New Paper Suggests Oviraptorids could Display their Tail Feathers to Attract a Mate
That bizarre group of theropods, the oviraptorids may have had a trick up their tail when it came to winning a mate or deterring a rival. They might have been able to “flash” the feathered plumes at the end of their relatively short tails in a display reminiscent of a modern-day bird.
That is the conclusion of Scott Persons, PhD student at the University of Alberta (Canada), who presented his paper on this research at the Society for Vertebrate Palaeontology’s annual meeting, ironically being held in Las Vegas which has plenty of “show girls” flashing feather boas and who knows what else in the many theatres.
Oviraptorids were very bird-like dinosaurs, with such features as a beak, shoulders strengthened by collarbone and a number of general anatomical characteristics that they share with the Aves (birds). It has even been suggested by some palaeontologists that these theropods do not belong in the Dinosauria, instead, they should be re-classified as members of the bird clade. Fossils of these animals are known from Upper Cretaceous strata of the Northern Hemisphere, most were less than three metres long, but one genus Gigantoraptor may have been the largest feathered creature that has ever lived. Gigantoraptor may have weighed close to 1.5 tonnes and measured 8 metres in length.
An Illustration of a Typical Oviraptorid
Picture credit: Everything Dinosaur
Scientists have evidence to suggest that many types of Oviraptor had a plume of feathers, similar to the fan of a Spanish flamenco dancer, attached to the end of their tails. Scott, in his research paper suggests that this fan of feathers, in conjunction with a very flexible tail may have served as a display device, perhaps to settle disputes or to attract a rival. A flash of brightly coloured tail feathers could have acted as a highly visible warning signal to other members of the flock or even have put off a predator as it attacked.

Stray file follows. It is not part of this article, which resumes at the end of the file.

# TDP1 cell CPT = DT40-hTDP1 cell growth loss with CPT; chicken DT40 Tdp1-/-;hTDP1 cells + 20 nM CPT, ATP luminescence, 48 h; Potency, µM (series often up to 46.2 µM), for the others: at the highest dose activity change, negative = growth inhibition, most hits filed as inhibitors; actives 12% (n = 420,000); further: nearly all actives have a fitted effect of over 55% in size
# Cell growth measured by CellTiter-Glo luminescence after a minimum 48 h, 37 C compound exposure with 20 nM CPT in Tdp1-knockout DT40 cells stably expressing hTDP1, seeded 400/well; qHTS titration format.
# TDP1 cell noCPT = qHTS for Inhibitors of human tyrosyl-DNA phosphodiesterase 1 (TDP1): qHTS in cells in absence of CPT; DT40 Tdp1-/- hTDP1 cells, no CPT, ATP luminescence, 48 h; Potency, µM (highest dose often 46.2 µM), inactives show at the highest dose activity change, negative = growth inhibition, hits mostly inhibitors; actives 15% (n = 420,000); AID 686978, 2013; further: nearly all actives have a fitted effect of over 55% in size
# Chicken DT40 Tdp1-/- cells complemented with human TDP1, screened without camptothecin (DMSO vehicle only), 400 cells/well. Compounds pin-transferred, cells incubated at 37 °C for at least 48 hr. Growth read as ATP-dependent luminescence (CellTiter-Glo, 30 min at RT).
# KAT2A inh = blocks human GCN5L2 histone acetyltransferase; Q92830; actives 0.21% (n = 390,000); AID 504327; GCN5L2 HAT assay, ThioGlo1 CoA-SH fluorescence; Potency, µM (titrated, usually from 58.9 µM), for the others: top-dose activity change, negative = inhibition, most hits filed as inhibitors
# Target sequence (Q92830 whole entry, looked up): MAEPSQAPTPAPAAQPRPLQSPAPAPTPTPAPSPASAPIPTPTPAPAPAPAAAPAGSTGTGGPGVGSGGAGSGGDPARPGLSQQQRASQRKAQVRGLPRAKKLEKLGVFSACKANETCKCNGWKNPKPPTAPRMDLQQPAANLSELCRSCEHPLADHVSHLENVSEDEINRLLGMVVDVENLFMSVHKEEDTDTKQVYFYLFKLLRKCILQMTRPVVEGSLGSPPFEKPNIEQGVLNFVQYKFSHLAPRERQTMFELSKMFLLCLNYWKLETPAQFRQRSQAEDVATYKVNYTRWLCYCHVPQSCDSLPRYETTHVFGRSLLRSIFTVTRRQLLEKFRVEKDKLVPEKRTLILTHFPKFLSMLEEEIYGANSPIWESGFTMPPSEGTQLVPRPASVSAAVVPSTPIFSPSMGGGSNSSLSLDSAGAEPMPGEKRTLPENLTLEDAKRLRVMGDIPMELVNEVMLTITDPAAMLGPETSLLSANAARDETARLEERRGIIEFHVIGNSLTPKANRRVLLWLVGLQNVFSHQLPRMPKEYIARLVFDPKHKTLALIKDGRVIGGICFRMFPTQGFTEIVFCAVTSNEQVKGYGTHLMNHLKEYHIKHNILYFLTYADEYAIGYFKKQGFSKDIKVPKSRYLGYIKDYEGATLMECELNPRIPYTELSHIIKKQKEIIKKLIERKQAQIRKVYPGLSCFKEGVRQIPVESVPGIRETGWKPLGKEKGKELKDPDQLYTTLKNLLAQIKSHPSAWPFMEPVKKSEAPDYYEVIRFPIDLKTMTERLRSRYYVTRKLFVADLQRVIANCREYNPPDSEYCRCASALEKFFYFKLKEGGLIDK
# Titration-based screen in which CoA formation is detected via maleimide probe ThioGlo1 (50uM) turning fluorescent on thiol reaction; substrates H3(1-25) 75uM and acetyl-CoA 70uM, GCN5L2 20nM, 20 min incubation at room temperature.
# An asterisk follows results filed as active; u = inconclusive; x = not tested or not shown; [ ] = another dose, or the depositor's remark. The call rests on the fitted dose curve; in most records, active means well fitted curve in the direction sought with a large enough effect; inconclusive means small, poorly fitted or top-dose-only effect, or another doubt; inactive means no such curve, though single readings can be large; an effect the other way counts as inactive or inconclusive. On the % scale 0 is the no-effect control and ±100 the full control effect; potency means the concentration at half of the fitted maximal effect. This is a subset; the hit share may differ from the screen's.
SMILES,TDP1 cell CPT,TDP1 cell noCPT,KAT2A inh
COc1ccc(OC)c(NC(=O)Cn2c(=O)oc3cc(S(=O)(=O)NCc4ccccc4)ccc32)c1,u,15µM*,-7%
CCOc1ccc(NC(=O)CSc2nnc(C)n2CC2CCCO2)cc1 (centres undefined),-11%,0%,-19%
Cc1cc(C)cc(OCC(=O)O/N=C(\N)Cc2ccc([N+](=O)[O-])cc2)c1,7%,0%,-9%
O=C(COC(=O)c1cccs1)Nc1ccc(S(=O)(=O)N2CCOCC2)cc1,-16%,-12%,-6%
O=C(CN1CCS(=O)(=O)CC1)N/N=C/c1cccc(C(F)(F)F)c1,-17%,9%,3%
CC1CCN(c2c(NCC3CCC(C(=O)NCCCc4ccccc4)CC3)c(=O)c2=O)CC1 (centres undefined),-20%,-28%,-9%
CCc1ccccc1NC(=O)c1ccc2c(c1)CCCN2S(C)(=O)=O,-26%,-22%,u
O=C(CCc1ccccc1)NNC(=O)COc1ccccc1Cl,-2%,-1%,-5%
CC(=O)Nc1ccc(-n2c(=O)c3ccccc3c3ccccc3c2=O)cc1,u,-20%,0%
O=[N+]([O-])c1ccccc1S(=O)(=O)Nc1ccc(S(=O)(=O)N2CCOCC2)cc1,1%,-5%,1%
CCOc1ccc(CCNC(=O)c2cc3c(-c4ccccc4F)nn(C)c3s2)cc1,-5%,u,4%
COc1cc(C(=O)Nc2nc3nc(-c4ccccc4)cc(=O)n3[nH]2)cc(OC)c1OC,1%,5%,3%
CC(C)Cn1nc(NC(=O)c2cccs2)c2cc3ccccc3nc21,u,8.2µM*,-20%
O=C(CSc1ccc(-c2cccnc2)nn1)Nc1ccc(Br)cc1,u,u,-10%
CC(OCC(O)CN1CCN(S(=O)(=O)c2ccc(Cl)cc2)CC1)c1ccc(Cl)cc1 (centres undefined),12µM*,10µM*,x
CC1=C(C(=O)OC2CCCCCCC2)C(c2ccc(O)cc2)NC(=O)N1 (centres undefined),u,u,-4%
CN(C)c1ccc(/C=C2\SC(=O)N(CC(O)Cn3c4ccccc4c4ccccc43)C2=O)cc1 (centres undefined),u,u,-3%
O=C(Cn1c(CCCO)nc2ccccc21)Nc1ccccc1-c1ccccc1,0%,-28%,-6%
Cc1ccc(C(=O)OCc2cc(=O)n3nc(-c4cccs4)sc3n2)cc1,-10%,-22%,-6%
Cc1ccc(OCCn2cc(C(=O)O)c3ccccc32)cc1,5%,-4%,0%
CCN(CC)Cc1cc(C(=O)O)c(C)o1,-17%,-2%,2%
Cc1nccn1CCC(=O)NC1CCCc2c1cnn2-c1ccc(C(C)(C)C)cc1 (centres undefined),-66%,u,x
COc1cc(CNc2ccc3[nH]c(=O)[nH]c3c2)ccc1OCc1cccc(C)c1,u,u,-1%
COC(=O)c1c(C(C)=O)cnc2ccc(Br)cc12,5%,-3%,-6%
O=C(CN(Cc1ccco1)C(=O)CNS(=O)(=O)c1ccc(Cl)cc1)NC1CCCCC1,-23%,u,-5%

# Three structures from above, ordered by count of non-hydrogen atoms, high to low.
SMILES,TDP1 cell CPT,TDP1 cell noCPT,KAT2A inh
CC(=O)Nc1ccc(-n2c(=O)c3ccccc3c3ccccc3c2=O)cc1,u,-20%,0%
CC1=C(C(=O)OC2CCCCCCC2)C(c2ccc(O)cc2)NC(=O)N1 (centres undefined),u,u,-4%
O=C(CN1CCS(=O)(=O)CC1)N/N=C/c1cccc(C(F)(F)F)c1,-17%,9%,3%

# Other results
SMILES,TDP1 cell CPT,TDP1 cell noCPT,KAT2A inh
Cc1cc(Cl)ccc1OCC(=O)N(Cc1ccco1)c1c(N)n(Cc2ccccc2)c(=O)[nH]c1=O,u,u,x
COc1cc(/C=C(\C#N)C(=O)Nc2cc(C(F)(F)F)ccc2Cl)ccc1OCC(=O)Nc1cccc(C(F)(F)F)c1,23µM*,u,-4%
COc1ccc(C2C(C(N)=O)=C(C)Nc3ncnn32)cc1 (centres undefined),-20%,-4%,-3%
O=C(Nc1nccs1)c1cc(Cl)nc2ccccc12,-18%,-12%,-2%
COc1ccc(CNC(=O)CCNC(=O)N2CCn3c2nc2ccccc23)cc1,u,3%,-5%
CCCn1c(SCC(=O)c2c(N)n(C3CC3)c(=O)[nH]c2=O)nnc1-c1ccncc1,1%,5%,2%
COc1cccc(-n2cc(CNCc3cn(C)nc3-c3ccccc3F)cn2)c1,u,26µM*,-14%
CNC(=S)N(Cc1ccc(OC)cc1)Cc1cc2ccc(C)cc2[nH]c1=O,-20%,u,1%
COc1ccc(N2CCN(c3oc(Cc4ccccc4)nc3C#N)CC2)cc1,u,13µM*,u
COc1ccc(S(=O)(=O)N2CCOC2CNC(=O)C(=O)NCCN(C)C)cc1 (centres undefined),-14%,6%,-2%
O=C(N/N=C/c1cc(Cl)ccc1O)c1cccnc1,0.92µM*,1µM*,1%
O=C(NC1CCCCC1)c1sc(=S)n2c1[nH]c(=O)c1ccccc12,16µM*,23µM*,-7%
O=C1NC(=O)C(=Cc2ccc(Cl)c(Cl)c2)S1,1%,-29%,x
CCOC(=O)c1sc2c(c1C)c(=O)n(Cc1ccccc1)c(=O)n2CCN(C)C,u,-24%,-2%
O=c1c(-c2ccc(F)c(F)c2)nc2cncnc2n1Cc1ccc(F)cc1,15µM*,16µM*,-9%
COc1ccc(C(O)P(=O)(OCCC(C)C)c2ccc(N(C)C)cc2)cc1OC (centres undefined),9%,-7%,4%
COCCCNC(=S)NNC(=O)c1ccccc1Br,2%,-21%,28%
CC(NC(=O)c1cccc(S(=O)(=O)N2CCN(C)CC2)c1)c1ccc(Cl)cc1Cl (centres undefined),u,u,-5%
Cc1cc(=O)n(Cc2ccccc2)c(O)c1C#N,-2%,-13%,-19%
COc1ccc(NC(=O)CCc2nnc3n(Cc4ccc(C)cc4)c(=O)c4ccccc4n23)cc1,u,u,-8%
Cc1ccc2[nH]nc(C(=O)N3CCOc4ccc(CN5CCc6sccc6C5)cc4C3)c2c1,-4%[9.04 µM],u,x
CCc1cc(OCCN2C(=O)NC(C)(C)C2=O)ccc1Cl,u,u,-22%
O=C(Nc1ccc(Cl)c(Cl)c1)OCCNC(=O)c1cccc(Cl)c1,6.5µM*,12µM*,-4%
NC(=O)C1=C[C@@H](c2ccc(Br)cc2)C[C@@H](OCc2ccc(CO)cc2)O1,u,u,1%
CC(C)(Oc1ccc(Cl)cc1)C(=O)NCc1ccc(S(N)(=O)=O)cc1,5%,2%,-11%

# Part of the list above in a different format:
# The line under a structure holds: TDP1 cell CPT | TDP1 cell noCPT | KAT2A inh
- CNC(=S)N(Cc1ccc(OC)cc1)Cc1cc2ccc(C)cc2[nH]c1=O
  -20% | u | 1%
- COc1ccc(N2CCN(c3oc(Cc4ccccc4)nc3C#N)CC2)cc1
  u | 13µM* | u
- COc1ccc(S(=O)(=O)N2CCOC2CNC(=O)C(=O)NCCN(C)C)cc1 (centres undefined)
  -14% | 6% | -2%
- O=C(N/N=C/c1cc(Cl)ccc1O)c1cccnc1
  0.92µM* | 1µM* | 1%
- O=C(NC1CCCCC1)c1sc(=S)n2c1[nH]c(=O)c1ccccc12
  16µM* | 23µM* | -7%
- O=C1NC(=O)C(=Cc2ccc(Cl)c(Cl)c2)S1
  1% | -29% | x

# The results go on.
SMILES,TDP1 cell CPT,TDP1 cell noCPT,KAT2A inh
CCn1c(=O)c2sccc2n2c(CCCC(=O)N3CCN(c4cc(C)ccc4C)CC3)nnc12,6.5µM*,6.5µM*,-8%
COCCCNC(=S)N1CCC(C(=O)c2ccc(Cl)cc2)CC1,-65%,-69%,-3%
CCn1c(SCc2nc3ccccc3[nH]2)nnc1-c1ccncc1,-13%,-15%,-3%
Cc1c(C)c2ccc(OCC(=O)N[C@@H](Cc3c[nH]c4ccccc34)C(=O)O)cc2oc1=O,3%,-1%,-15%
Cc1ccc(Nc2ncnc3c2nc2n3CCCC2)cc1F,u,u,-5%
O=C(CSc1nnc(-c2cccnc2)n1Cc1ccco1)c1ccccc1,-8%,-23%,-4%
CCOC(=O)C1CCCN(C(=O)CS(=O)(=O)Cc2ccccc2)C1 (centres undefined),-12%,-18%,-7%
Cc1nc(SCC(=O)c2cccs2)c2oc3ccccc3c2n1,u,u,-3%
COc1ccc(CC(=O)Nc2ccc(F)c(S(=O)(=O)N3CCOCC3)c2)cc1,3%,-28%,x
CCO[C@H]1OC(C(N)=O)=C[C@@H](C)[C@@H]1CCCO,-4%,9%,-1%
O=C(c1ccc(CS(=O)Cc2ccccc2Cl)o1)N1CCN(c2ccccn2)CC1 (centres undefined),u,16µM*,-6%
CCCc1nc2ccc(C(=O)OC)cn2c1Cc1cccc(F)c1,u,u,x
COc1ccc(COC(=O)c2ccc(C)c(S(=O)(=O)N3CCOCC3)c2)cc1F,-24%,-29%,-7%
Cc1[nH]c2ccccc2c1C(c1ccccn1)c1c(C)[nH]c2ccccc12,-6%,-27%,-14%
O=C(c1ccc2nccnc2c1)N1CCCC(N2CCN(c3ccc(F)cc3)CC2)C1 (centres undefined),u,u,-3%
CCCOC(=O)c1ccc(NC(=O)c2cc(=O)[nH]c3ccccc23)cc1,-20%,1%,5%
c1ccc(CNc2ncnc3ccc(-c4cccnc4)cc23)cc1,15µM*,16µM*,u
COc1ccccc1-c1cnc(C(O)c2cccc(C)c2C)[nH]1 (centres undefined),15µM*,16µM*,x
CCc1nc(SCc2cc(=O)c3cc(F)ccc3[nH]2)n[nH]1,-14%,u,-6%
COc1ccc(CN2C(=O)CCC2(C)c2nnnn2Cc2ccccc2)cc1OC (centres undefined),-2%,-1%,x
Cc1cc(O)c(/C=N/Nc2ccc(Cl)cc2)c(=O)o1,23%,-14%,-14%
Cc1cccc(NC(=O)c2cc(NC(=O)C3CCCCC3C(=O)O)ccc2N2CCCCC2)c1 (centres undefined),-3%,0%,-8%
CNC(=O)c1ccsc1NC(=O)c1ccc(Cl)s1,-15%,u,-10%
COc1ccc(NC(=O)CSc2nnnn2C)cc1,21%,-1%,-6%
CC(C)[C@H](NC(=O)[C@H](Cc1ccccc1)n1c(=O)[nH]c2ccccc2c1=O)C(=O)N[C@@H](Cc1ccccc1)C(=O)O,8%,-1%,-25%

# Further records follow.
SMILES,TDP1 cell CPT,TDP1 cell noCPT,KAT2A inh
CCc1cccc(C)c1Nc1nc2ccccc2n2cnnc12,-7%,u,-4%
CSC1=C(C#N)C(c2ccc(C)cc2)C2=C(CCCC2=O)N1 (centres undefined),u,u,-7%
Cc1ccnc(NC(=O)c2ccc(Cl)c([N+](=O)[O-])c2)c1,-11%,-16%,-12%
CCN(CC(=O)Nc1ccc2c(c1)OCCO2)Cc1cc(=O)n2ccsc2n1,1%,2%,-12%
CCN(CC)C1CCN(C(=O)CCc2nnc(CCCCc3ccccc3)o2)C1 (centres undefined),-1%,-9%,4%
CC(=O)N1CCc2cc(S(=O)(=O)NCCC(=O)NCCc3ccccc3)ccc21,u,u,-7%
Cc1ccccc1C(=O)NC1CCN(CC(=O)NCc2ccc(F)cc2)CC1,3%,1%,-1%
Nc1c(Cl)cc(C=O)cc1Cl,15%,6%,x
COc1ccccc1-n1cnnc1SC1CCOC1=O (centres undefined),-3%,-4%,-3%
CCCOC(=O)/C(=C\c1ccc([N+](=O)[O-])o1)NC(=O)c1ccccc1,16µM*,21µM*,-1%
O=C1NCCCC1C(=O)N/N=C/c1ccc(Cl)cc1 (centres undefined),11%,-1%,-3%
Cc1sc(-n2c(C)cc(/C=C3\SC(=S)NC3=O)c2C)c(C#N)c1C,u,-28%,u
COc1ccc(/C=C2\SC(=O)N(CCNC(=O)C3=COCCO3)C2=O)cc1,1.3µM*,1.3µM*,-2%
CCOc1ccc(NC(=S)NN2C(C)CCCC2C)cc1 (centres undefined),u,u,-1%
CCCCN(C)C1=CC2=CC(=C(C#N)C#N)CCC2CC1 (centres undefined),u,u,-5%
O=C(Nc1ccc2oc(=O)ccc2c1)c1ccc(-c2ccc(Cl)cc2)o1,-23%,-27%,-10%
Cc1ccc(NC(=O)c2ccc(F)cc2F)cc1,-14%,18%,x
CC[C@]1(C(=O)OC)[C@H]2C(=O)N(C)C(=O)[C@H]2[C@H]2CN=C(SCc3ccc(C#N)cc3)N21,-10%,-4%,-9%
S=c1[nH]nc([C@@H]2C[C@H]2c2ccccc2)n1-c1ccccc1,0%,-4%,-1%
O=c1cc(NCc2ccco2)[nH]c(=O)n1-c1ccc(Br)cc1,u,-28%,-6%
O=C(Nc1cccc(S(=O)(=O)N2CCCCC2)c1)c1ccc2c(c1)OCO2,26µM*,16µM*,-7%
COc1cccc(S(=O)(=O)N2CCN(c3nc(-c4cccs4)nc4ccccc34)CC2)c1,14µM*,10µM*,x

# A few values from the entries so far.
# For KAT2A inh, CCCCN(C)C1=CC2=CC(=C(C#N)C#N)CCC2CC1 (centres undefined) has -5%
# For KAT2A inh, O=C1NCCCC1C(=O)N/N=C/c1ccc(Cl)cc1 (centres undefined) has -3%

For Scott, the oviraptorid tail intrigued him. Many of these animals had tails with a particularly dense arrangement of bones, as if the caudal vertebrae (tail bones) had been compressed. As a number of fossil finds showed this arrangement, distortion by the fossilisation process could be ruled out. The tails had evolved this way.
“The tail of an Oviraptor by comparison to the tail of most other dinosaurs is pretty darn short. But it’s not short in that it’s missing a whole bunch of vertebrae, it’s short in that the individual vertebra within the tail themselves are sort of squashed together. So they’re densely packed.”
This compression of tail bones would have made the tails very flexible, much more so than in other small theropods such as the dromaeosaurs, some of which were contemporaneous of the oviraptorids. A ruler is generally inflexible and stiff as it has no joints in it, whereas a chain made of many links is extremely flexible. This principle can be applied to the caudal vertebrae of dinosaurs.
These bird-like dinosaurs also had tails that were much more muscular than those belonging to modern-day reptiles, he concludes. Fossil impressions show they also boasted a fan of feathers at the end of their tails, attached to fused vertebrae similar to that found in the tails of today’s birds. In modern birds the remnants of their ancestral reptile tail can still be seen in their skeleton – it is the pygostyle, a plate of bone that represents five-fused tail vertebrae, all that remains of their reptilian tail ancestry.
In the research paper, Scott proposes that:
“If you combine that [tail plume] with having a muscular, very flexible tail, what you have is a tail that could, potentially at least, have been used to flaunt, to wave that tail-feather fan.”
And just like modern-day birds, the dinosaurs may well have waved their tail fans to impress potential mates, or perhaps for a variety of other display purposes. If this is the case, then other members of the Dinosauria believed to have a tail plume may also have displayed in a similar manner – dinosaurs such as Protarchaeopteryx and Caudipteryx for example.
A Model of Caudipteryx (C. zoui)
Picture credit: Everything Dinosaur